Jeremiah became discouraged in his ministry.
(Je 15:10, 19-21 NLT) Then I said, “What sadness is mine, my mother. Oh, that I had died at birth! I am hated everywhere I go. I am neither a lender who has threatened to foreclose nor a borrower who refuses to pay—yet they all curse me.”

Jeremiah wished he was dead.  He felt that everyone hated him.

Jeremiah didn’t understand why he didn’t sense God’s help in his life.  He didn’t understand why his life was so miserable.

{19} The Lord replied, “If you return to me, I will restore you so you can continue to serve me. If you speak words that are worthy, you will be my spokesman. You are to influence them; do not let them influence you! {20} They will fight against you like an attacking army, but I will make you as secure as a fortified wall. They will not conquer you, for I will protect and deliver you. I, the Lord, have spoken! {21} Yes, I will certainly keep you safe from these wicked men. I will rescue you from their cruel hands.”

God told Jeremiah that he needed to “return to me”.  Jeremiah’s depression had led him to the place where he had stepped out of that place of trusting the Lord.

Warren Wiersbe writes: “Is it unusual for chosen servants of God to become discouraged and endanger their own ministries? No, because every servant of God is human and subject to the weaknesses of human nature. Moses became discouraged and wanted to die (Num. 11:10–15); Joshua was ready to quit and leave the Promised Land (Josh. 7:6–11); …and Jonah became so angry he refused to help the very people he came to save! (Jonah 4) God doesn’t want us to ignore our feelings, because that would make us less than human, but He does want us to trust Him to change our feelings and start walking by faith.”[1]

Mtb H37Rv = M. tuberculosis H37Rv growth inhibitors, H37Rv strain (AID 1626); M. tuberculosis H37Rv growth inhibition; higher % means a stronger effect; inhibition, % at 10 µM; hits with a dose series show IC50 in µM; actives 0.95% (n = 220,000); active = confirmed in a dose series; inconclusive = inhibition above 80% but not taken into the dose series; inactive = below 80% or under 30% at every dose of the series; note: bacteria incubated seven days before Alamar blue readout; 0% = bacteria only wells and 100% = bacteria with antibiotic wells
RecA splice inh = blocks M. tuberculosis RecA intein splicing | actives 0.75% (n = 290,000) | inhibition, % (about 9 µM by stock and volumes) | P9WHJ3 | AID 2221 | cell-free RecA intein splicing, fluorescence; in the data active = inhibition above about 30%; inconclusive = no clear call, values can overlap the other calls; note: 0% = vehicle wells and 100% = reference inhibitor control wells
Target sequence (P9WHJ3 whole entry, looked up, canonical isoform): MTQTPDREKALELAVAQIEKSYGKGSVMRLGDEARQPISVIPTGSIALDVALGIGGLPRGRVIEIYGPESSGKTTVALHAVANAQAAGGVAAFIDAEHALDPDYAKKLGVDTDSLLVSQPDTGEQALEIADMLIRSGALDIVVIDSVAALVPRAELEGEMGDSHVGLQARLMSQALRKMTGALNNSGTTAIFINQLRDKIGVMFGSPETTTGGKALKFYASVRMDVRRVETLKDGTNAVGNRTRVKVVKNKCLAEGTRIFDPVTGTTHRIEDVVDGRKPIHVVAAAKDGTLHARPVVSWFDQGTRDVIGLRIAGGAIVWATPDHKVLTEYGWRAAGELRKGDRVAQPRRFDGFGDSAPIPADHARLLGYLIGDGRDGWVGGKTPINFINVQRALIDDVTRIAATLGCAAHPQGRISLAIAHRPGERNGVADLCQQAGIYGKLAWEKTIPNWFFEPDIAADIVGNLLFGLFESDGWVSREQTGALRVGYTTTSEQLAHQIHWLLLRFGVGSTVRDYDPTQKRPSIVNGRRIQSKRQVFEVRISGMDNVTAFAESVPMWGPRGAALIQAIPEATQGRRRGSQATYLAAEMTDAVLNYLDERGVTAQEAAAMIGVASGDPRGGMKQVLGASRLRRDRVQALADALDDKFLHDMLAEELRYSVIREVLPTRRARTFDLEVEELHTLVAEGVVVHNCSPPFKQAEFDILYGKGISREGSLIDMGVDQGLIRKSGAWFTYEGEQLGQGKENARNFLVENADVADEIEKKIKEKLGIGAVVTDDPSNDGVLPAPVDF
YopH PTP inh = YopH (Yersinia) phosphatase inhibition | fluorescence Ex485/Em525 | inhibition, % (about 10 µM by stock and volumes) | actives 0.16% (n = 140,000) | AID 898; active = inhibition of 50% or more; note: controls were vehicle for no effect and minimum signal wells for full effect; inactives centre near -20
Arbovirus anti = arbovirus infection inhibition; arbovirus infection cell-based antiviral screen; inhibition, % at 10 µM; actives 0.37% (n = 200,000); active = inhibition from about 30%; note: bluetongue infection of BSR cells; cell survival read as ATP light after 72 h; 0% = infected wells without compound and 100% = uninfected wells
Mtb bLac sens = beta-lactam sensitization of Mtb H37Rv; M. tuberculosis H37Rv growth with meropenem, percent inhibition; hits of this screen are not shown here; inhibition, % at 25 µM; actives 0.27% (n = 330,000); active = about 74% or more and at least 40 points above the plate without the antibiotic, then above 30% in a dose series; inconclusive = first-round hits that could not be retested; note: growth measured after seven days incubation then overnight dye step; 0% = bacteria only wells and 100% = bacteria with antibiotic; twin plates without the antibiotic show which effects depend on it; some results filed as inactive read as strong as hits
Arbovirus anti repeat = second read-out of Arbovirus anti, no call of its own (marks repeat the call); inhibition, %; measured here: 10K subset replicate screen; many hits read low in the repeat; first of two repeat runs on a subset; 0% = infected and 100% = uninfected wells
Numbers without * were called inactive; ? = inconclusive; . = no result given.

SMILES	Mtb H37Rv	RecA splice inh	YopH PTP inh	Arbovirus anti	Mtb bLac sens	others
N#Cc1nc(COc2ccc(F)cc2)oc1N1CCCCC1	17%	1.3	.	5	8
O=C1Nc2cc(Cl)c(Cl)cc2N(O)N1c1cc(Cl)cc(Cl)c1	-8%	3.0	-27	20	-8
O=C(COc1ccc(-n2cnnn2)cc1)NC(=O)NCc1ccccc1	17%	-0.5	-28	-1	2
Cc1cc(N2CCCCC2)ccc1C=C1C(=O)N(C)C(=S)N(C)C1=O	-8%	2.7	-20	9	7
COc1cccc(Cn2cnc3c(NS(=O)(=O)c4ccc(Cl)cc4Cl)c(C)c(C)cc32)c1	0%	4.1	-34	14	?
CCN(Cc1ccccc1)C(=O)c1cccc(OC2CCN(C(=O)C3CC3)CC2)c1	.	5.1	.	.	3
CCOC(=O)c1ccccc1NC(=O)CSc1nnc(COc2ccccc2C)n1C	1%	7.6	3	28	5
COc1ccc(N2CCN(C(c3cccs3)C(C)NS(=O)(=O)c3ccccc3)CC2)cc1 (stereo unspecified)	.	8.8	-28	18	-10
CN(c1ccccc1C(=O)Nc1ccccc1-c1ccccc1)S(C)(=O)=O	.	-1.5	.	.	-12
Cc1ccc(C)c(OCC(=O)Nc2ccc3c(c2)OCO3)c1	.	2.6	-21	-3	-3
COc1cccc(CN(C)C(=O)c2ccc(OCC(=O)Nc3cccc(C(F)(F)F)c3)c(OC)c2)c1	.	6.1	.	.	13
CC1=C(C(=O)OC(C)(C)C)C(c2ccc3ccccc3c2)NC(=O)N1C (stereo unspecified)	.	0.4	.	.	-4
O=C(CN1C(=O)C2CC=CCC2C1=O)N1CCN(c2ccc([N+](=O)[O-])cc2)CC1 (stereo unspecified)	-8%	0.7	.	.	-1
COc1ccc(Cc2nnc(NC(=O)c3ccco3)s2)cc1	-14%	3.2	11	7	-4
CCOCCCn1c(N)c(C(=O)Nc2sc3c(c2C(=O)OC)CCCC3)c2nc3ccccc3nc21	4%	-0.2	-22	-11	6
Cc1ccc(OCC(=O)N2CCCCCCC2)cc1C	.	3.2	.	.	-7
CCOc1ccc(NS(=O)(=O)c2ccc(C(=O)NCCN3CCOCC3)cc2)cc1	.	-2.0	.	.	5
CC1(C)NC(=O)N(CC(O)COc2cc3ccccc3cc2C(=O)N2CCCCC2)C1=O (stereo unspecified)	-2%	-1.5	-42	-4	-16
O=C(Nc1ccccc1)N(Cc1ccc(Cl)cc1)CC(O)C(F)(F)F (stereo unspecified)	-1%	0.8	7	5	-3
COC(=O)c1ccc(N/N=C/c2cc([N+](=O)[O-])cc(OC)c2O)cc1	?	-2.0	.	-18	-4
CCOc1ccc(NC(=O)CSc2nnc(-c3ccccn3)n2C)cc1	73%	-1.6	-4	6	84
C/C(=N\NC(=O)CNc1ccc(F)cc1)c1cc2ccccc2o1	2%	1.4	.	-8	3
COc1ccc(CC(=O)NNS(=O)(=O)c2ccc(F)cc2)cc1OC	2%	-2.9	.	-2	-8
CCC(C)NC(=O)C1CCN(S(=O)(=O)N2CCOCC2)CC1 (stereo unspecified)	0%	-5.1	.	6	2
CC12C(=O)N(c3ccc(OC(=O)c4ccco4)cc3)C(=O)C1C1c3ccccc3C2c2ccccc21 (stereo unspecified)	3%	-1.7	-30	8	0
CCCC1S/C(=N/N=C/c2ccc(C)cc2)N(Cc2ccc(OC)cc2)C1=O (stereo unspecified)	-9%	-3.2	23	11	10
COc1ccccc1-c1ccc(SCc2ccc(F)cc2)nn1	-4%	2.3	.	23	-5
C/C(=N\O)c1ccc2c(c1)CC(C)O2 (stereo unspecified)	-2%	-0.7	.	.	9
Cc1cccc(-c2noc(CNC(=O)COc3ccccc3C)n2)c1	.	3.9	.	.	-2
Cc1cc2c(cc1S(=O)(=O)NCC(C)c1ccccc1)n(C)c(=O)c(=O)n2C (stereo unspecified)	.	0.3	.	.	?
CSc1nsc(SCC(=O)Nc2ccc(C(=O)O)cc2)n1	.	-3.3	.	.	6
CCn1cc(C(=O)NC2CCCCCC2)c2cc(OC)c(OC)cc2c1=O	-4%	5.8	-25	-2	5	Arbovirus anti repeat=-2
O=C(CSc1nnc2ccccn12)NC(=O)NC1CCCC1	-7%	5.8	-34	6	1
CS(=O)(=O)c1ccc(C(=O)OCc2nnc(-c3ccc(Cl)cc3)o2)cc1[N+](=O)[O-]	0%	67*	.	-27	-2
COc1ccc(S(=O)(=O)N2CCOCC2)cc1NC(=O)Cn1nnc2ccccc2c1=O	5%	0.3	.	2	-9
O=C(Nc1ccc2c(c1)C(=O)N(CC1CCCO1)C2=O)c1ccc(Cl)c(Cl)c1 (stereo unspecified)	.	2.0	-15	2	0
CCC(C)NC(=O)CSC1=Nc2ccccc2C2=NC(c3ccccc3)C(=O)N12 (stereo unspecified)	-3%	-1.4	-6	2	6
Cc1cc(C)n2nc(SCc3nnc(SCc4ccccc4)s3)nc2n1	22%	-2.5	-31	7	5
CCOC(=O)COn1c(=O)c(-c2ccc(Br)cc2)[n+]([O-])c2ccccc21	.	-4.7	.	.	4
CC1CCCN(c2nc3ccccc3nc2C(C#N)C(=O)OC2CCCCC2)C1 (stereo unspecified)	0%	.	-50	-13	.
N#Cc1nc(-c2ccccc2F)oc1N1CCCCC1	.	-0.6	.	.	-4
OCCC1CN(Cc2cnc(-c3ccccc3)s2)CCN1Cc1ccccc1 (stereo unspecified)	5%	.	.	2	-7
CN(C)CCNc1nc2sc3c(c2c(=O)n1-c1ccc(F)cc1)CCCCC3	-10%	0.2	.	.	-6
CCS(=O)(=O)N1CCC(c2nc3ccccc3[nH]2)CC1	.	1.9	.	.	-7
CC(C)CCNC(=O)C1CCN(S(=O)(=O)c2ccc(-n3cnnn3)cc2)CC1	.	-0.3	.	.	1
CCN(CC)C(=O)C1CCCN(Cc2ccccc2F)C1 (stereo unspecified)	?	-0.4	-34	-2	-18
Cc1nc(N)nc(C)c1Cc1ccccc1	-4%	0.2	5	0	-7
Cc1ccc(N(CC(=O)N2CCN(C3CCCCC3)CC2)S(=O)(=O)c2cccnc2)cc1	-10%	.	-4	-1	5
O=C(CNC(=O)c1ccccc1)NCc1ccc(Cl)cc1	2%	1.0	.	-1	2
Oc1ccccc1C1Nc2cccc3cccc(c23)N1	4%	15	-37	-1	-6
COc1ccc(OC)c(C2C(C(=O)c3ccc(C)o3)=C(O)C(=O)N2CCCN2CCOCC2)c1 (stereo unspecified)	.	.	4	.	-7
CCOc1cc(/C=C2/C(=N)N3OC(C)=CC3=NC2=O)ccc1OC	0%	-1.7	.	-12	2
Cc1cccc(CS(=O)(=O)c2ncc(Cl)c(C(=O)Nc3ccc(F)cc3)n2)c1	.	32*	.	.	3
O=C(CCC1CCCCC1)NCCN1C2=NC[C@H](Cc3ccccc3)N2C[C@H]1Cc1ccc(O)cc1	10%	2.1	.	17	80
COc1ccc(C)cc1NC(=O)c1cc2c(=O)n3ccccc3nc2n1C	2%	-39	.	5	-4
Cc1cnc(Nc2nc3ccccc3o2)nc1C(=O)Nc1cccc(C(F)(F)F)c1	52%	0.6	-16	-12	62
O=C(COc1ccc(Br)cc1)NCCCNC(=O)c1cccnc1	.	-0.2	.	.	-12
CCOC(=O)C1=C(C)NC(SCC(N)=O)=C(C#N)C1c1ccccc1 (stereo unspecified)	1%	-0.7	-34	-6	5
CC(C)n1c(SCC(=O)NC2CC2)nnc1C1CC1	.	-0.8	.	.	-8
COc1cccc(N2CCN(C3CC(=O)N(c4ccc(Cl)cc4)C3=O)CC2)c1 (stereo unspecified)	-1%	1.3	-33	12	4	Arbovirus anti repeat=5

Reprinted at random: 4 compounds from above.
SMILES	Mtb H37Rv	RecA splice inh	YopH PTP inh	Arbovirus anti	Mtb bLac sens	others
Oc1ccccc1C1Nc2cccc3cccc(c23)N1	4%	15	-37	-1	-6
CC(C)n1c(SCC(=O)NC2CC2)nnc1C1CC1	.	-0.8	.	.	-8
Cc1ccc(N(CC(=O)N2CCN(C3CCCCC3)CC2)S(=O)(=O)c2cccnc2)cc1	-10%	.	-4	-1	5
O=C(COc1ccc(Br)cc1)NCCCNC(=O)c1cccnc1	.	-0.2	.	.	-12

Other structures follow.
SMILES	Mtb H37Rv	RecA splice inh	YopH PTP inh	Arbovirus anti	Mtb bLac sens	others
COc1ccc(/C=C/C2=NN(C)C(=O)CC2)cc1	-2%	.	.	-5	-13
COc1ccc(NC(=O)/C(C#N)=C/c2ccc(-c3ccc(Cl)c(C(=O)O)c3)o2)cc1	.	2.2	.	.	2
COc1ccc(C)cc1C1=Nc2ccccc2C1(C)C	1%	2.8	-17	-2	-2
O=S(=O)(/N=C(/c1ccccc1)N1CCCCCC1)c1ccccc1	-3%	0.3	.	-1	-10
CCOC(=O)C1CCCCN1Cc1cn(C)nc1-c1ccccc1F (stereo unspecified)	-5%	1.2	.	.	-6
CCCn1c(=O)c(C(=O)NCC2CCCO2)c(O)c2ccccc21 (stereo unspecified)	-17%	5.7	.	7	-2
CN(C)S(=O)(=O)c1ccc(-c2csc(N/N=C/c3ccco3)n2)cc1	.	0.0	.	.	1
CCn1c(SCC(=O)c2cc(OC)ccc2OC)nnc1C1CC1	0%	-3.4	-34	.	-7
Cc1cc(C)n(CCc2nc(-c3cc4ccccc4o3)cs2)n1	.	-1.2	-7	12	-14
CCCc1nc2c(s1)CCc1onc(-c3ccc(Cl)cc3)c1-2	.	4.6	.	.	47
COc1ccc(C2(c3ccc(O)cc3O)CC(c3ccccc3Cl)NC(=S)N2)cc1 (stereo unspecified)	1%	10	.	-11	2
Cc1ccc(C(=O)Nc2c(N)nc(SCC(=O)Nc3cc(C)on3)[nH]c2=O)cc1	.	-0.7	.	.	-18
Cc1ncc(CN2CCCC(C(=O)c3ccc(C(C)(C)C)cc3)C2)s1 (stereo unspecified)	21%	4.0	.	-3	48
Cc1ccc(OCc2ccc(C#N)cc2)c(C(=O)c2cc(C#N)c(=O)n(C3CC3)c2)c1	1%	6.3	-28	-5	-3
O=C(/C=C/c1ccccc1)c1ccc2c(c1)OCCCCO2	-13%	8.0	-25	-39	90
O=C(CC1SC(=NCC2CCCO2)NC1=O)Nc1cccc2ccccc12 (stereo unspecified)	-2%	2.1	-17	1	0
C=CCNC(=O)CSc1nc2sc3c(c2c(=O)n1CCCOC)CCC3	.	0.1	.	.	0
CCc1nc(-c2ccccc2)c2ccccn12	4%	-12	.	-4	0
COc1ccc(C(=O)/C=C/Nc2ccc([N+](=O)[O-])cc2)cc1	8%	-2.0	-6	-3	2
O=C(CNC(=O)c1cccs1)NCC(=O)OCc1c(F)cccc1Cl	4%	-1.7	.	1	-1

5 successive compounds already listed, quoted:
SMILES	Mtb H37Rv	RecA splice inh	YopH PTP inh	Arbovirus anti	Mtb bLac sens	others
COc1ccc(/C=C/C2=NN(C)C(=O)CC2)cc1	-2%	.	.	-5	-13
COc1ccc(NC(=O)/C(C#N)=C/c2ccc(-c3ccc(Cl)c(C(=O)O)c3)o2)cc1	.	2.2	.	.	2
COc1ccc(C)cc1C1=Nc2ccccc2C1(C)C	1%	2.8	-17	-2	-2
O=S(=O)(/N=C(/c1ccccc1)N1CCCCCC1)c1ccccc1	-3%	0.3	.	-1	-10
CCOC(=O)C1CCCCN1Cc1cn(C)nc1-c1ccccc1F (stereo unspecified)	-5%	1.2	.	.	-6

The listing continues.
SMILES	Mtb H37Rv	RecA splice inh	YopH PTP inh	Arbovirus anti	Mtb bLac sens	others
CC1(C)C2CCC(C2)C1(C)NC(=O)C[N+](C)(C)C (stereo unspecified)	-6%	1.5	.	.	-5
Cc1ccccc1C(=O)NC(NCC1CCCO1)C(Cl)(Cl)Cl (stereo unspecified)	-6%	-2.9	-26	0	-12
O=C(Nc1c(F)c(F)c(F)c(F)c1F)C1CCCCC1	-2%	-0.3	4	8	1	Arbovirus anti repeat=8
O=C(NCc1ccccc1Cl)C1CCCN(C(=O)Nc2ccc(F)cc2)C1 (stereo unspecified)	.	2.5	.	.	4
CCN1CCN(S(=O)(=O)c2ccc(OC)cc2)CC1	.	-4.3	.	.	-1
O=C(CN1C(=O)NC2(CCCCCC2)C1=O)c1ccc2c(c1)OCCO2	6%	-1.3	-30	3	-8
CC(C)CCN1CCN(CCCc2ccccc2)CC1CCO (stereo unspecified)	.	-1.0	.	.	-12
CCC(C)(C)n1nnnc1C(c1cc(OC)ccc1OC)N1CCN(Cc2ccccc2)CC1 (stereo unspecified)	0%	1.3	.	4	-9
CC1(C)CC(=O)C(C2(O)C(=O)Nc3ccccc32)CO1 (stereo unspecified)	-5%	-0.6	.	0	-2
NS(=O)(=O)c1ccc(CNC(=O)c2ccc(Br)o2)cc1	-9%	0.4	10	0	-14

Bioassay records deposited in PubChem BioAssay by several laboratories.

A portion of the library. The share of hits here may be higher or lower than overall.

:5 And as he lay and slept under a juniper tree, behold, then an angel touched him, and said unto him, Arise and eat.


Some simple answers to depression

Sometimes the answer to our depression isn’t a simple one.  But sometimes it is.
Oswald Chambers wrote,
The angel did not give Elijah a vision, or explain the Scriptures to him, or do anything remarkable; he told Elijah to do the most ordinary thing, to get up and eat. [2]
We are human.  Sometimes depression can come simply because we have pushed ourselves too far and too hard and we simply need to take a break.  Take a nap.  Eat a better balanced diet.
Perhaps sometimes we just need to be “touched by an angel”.
(Heb 1:14 KJV)  Are they not all ministering spirits, sent forth to minister for them who shall be heirs of salvation?

:6 there was a cake baken on the coals

Scientific research has discovered the makeup of this cake.  It was angel food cake

:7 And the angel of the LORD came again the second time